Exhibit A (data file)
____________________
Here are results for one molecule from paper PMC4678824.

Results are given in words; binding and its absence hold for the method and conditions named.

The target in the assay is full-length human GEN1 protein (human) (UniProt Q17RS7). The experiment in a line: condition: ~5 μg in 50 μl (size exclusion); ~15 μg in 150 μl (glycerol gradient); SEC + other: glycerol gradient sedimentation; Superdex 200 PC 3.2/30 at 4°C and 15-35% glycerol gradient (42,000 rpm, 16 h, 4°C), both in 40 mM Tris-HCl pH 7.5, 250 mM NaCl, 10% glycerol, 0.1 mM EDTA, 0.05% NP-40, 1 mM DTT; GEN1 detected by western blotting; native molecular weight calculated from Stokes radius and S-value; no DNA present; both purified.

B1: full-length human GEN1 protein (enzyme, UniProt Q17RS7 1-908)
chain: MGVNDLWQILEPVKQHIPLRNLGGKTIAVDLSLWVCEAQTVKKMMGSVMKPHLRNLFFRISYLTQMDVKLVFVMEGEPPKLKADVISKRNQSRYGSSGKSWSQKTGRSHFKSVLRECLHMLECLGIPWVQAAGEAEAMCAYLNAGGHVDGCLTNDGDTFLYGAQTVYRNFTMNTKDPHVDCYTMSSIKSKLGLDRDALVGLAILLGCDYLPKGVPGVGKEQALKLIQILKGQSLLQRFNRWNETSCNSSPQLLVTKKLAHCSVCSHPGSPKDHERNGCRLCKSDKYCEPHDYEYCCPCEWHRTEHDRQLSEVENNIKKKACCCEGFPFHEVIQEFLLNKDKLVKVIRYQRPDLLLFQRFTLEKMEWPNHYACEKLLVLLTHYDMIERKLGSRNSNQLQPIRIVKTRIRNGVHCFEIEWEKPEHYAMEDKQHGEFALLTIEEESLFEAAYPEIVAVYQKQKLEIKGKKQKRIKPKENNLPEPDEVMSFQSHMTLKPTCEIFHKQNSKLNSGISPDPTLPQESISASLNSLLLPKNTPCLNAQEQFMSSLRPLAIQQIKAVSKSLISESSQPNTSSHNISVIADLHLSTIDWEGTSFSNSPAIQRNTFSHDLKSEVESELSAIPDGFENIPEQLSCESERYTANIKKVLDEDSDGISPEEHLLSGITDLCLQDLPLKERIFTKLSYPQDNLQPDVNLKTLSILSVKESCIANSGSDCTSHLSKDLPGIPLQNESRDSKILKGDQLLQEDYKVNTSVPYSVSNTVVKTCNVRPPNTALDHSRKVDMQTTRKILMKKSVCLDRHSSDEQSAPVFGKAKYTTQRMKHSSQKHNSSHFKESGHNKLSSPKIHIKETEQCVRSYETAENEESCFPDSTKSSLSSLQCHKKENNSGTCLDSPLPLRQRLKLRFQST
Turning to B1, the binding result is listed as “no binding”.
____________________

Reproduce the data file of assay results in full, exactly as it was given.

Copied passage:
Here are results for one molecule from paper PMC4678824.

Results are given in words; binding and its absence hold for the method and conditions named.

The target in the assay is full-length human GEN1 protein (human) (UniProt Q17RS7). The experiment in a line: condition: ~5 μg in 50 μl (size exclusion); ~15 μg in 150 μl (glycerol gradient); SEC + other: glycerol gradient sedimentation; Superdex 200 PC 3.2/30 at 4°C and 15-35% glycerol gradient (42,000 rpm, 16 h, 4°C), both in 40 mM Tris-HCl pH 7.5, 250 mM NaCl, 10% glycerol, 0.1 mM EDTA, 0.05% NP-40, 1 mM DTT; GEN1 detected by western blotting; native molecular weight calculated from Stokes radius and S-value; no DNA present; both purified.

B1: full-length human GEN1 protein (enzyme, UniProt Q17RS7 1-908)
chain: MGVNDLWQILEPVKQHIPLRNLGGKTIAVDLSLWVCEAQTVKKMMGSVMKPHLRNLFFRISYLTQMDVKLVFVMEGEPPKLKADVISKRNQSRYGSSGKSWSQKTGRSHFKSVLRECLHMLECLGIPWVQAAGEAEAMCAYLNAGGHVDGCLTNDGDTFLYGAQTVYRNFTMNTKDPHVDCYTMSSIKSKLGLDRDALVGLAILLGCDYLPKGVPGVGKEQALKLIQILKGQSLLQRFNRWNETSCNSSPQLLVTKKLAHCSVCSHPGSPKDHERNGCRLCKSDKYCEPHDYEYCCPCEWHRTEHDRQLSEVENNIKKKACCCEGFPFHEVIQEFLLNKDKLVKVIRYQRPDLLLFQRFTLEKMEWPNHYACEKLLVLLTHYDMIERKLGSRNSNQLQPIRIVKTRIRNGVHCFEIEWEKPEHYAMEDKQHGEFALLTIEEESLFEAAYPEIVAVYQKQKLEIKGKKQKRIKPKENNLPEPDEVMSFQSHMTLKPTCEIFHKQNSKLNSGISPDPTLPQESISASLNSLLLPKNTPCLNAQEQFMSSLRPLAIQQIKAVSKSLISESSQPNTSSHNISVIADLHLSTIDWEGTSFSNSPAIQRNTFSHDLKSEVESELSAIPDGFENIPEQLSCESERYTANIKKVLDEDSDGISPEEHLLSGITDLCLQDLPLKERIFTKLSYPQDNLQPDVNLKTLSILSVKESCIANSGSDCTSHLSKDLPGIPLQNESRDSKILKGDQLLQEDYKVNTSVPYSVSNTVVKTCNVRPPNTALDHSRKVDMQTTRKILMKKSVCLDRHSSDEQSAPVFGKAKYTTQRMKHSSQKHNSSHFKESGHNKLSSPKIHIKETEQCVRSYETAENEESCFPDSTKSSLSSLQCHKKENNSGTCLDSPLPLRQRLKLRFQST
Turning to B1, the binding result is listed as “no binding”.